Powerful Rocket Man
Alex Giannascoli has made a name for himself as a modern day Elliot Smith and it’s easy to see why. His lo-fi, homemade recordings have gotten him pretty far, and, under his official moniker (Sandy) Alex G, he recently released Rocket, his most collaborative album yet.
Rocket is probably (Sandy) Alex G’s most impressive album to date, featuring folk, jazz and grunge-inspired tracks that are both haunting and hopeful. Giannascoli enlisted violinist Molly Germer and guest vocalist Emily Yacina for both inspiration and collaboration, which really opened up his genre entirely. And while the sound quality still comes off as though it was produced in an intimate setting, there’s a maturity to Rocket that really makes the album come alive.
Tracks like “Country” and “Guilty” are strongly jazz-influenced both in rhythm and instrumentation. They’re standouts in an album of primarily straightforward indie folk. “Poison Root,” the album opener, sets the stage for a backyard performance, complete with dog barks, banjo, violin and piano. “Proud” is a real foot-stomper with that straightforward rhythm. He sings through his teeth, “If I sing / I don’t wanna be the one to leave my baby out with no bottle to drink,” perhaps commenting on his childhood, growing up in Pennsylvania. “Country” is dreamy and winding, featuring a walking bass line and jazzy guitar solo that are almost a little too stripped for comfort, until the piano lends itself again along with the vocals. “Bobby” picks up the banjo again and features harmonizing vocals from Yacina that complement Giannascoli’s authentic, country-boy sound with ease, set to a melody that’s unique and catchy as the fiddle plays along.
“Horse” and “Brick” lie in the middle of the album and are the grungiest of the lot. In “Brick,” Giannascoli screams into the mic, laden with heavy bass and distortion reminiscent of the Korn era. “Sportstar” is another standout, featuring an auto-tuned Giannascoli with piano at the forefront in pentatonic fashion. “I wanna be a star like you / wanna make something that’s true,” he sings, bringing to mind his outsider youth. “Judge” is most reminiscent of (Sandy) Alex G’s earlier work on Beach Music and is full of darkness and angst. “Powerful Man” features acoustic guitar and more of that fiddle, as Giannascoli paints a picture of his family upbringing through his hopeful lyrics, “And when I look you in the eye / you’re gonna tell me that you love me and hold me tight / cause you know that I have no fear / ain’t gonna walk into the river and disappear/ I’m gonna be a powerful man / red blood running down the broken sand.” “Alina” is minimal in style with a pleasing chromatic line in the piano. “Big Fish” is soft and slow, with gentle surprises along the way; it’s practically the spitting image of something Elliot Smith would write. “Guilty” then closes the album on a jazzy, upbeat note. It’s a favorite amongst a strong album, mainly due to the pleasing guitar licks and saxophone solos. It seems quite ambitious for an artist like Giannascoli, but just goes to show, again, how far (Sandy) Alex G has come, and just how far it can go.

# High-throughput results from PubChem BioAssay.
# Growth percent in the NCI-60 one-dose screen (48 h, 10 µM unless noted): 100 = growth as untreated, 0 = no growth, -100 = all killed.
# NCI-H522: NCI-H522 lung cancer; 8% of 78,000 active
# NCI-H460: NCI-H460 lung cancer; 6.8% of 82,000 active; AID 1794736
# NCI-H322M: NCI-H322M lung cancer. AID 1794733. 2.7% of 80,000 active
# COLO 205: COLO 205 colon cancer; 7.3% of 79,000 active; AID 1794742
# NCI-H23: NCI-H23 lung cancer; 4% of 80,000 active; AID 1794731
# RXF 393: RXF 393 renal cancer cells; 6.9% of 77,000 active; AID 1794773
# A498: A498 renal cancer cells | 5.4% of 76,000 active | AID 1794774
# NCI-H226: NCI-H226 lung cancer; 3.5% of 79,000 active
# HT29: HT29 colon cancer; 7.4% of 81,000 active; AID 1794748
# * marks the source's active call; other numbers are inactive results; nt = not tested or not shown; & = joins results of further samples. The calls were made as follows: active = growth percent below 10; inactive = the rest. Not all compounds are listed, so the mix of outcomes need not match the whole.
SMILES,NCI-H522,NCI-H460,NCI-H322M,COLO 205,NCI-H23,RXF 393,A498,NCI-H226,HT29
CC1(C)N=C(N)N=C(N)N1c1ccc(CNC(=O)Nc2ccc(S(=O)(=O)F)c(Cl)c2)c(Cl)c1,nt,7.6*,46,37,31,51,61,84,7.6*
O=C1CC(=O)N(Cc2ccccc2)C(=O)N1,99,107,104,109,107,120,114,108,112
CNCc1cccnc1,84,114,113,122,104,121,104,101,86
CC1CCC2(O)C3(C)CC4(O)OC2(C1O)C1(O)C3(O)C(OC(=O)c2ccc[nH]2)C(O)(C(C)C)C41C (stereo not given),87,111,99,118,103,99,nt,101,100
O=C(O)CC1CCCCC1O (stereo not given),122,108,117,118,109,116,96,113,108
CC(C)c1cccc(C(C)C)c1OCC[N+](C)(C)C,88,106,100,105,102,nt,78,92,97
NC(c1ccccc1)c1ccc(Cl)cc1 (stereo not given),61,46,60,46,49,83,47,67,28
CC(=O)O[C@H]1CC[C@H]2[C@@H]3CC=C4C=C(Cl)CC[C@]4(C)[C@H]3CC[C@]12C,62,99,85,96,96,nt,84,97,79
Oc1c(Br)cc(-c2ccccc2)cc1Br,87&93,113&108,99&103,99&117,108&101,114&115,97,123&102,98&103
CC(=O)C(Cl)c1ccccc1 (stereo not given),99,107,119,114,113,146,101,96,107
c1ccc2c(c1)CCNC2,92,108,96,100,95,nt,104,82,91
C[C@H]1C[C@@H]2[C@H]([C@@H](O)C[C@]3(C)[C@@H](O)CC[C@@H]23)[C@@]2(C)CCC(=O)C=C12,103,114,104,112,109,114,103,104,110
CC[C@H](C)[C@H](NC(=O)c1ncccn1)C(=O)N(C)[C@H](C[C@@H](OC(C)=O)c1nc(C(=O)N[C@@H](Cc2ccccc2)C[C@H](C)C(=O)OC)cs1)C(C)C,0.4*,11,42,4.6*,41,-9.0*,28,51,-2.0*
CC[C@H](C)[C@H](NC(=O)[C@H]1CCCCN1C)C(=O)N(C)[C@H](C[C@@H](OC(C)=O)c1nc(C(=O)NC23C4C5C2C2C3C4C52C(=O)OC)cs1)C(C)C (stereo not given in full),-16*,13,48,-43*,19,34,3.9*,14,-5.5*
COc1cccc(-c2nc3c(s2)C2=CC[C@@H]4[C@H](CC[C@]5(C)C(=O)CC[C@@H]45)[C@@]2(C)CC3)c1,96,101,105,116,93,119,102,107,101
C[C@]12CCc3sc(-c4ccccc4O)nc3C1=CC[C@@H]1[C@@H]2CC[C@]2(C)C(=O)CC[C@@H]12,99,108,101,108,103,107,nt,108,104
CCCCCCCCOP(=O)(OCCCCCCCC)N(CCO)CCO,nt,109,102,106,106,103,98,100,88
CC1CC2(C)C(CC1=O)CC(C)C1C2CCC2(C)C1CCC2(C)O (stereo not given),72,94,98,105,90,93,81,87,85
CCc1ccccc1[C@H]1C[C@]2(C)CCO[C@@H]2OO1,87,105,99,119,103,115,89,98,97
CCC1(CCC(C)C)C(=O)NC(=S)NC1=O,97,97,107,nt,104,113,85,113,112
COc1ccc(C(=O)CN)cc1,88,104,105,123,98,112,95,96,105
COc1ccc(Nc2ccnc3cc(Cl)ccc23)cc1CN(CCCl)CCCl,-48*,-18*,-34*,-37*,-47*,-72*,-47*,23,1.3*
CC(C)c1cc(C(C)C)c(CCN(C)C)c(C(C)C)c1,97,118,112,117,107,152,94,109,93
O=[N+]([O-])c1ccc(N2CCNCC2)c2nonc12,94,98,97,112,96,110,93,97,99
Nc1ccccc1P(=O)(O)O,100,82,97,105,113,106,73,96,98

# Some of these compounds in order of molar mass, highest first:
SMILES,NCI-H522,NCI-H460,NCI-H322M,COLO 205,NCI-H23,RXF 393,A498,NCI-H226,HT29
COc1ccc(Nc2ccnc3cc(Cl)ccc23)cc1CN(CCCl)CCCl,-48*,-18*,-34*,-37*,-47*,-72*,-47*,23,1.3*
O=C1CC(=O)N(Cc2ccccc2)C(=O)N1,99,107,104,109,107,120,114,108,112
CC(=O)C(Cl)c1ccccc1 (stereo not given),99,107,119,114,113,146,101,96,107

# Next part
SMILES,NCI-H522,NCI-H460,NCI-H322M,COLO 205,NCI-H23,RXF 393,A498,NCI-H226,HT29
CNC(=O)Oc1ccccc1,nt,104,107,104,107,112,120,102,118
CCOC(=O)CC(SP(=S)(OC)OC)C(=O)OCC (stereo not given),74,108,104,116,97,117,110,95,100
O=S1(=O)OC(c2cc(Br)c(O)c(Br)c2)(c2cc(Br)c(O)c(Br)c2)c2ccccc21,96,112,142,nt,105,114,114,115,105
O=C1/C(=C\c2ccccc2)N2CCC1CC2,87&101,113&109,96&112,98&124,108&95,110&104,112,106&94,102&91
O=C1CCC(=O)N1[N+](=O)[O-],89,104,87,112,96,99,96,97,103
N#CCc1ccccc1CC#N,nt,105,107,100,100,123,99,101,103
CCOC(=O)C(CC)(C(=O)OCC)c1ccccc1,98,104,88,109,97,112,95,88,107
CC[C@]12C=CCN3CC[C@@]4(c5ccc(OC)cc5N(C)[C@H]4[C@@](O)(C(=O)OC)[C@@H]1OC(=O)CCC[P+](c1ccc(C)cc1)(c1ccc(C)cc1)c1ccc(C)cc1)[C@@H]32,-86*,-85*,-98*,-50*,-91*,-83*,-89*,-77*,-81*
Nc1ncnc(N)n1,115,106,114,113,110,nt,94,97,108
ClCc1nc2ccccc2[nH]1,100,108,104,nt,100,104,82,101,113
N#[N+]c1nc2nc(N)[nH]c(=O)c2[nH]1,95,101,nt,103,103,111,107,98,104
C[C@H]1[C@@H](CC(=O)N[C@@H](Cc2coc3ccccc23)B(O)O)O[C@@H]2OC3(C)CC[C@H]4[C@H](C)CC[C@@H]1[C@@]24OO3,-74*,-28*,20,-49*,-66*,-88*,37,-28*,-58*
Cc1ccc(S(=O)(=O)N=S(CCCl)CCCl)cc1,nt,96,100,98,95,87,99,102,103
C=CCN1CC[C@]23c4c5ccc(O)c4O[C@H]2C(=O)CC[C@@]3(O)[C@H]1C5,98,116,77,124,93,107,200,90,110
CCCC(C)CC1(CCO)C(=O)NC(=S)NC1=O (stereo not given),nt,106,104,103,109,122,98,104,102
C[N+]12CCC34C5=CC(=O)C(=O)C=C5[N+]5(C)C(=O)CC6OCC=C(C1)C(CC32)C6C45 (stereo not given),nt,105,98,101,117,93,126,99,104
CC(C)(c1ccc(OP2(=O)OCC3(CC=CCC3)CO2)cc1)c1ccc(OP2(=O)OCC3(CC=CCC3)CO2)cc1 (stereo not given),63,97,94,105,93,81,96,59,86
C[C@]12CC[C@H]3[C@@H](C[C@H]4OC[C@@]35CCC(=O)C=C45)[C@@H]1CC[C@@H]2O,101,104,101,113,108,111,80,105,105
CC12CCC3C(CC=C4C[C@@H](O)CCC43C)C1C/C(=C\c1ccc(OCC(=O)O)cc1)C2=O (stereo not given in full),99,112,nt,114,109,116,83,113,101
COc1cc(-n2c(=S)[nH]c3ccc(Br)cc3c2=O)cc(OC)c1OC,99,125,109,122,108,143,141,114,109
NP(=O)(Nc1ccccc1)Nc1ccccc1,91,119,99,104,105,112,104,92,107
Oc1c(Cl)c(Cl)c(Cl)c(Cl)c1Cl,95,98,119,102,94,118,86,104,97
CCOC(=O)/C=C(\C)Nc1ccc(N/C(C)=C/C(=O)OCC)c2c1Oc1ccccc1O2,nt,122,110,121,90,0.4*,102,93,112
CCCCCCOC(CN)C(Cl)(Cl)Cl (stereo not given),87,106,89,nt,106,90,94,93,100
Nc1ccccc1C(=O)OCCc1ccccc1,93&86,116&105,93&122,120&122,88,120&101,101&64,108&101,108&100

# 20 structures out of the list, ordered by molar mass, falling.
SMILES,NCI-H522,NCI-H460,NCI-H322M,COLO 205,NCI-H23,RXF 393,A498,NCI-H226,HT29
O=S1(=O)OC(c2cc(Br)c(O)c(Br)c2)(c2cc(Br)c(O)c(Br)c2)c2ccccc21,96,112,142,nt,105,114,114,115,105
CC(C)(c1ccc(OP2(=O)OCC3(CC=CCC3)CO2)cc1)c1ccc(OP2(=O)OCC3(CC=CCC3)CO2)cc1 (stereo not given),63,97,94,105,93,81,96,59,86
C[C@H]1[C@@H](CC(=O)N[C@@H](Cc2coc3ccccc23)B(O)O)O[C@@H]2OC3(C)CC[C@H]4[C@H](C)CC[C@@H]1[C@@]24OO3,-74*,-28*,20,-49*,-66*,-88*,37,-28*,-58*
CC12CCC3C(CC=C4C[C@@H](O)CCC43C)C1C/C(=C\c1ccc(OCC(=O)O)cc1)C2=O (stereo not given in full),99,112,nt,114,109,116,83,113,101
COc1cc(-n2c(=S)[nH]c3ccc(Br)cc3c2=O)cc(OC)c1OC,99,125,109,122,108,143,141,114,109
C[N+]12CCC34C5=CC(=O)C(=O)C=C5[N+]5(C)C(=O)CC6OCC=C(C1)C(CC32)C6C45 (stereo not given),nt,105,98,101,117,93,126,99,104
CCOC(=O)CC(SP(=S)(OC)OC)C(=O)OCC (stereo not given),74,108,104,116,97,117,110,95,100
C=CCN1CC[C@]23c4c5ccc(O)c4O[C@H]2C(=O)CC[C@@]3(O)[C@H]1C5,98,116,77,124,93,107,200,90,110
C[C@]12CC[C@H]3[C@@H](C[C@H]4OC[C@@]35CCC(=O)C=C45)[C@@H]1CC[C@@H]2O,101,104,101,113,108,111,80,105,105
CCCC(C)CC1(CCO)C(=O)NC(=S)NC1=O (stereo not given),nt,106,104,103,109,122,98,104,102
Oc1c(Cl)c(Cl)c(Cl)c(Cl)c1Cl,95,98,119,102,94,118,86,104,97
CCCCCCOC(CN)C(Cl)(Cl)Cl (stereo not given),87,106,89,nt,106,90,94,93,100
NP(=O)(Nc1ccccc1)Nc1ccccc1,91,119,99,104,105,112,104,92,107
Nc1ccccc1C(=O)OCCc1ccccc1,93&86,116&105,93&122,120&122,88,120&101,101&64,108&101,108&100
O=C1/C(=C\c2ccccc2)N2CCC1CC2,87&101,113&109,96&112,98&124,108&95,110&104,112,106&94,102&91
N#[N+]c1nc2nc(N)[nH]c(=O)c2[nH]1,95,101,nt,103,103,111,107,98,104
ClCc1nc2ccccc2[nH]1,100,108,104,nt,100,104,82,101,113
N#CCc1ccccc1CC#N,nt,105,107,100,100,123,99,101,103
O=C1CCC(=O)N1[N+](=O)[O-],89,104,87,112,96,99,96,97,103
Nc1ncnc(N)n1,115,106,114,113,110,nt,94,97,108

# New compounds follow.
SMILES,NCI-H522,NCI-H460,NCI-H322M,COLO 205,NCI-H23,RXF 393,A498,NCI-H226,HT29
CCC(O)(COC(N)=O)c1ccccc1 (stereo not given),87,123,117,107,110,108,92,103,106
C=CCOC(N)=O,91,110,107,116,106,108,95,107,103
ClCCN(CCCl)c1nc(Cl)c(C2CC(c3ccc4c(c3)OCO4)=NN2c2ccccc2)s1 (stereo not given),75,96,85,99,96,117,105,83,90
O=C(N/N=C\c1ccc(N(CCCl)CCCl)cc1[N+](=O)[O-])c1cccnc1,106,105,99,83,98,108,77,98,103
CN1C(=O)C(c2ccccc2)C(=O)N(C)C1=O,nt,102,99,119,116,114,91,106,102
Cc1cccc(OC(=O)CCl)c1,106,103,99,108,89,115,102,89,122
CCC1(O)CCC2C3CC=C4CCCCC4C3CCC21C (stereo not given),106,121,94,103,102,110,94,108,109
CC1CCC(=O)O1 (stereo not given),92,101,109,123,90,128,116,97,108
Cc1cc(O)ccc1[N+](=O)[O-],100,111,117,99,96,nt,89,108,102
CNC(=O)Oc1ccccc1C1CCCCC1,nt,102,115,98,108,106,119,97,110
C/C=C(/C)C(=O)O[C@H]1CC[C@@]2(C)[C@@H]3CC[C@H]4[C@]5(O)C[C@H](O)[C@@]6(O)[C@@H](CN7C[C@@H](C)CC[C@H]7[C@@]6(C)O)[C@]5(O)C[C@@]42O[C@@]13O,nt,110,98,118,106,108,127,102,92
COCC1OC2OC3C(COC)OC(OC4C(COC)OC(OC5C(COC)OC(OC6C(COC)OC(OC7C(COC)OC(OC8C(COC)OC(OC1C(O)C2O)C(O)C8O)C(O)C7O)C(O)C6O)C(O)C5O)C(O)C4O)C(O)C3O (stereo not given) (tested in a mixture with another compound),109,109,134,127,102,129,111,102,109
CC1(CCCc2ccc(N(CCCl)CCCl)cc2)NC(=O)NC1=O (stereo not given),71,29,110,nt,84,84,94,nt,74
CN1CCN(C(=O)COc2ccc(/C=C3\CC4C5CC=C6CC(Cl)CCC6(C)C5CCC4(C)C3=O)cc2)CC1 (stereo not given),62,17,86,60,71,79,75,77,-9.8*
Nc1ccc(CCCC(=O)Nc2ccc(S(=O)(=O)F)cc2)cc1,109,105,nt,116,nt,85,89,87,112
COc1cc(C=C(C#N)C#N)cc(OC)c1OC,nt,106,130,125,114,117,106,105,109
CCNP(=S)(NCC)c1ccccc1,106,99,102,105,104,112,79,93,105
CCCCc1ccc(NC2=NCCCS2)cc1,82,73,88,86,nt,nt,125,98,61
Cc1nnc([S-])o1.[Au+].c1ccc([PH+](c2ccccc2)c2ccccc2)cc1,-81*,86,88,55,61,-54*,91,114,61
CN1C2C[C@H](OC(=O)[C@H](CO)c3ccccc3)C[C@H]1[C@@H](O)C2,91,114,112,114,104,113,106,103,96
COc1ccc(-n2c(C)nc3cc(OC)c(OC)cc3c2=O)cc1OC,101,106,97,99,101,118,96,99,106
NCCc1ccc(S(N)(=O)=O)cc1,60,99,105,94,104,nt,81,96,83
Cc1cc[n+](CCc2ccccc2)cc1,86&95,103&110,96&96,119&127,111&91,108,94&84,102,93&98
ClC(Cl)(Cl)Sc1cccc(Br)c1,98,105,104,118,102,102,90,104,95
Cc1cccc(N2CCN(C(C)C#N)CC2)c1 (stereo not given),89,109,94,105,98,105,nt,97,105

There’s an authenticity to Rocket that’s sure to win fans over. What’s truly great about this album is that there’s a lot to unpack, making the listener want to dive in again and again to take it all in. Giannascoli is clear and confident in his choices and isn’t afraid of taking risks this time around.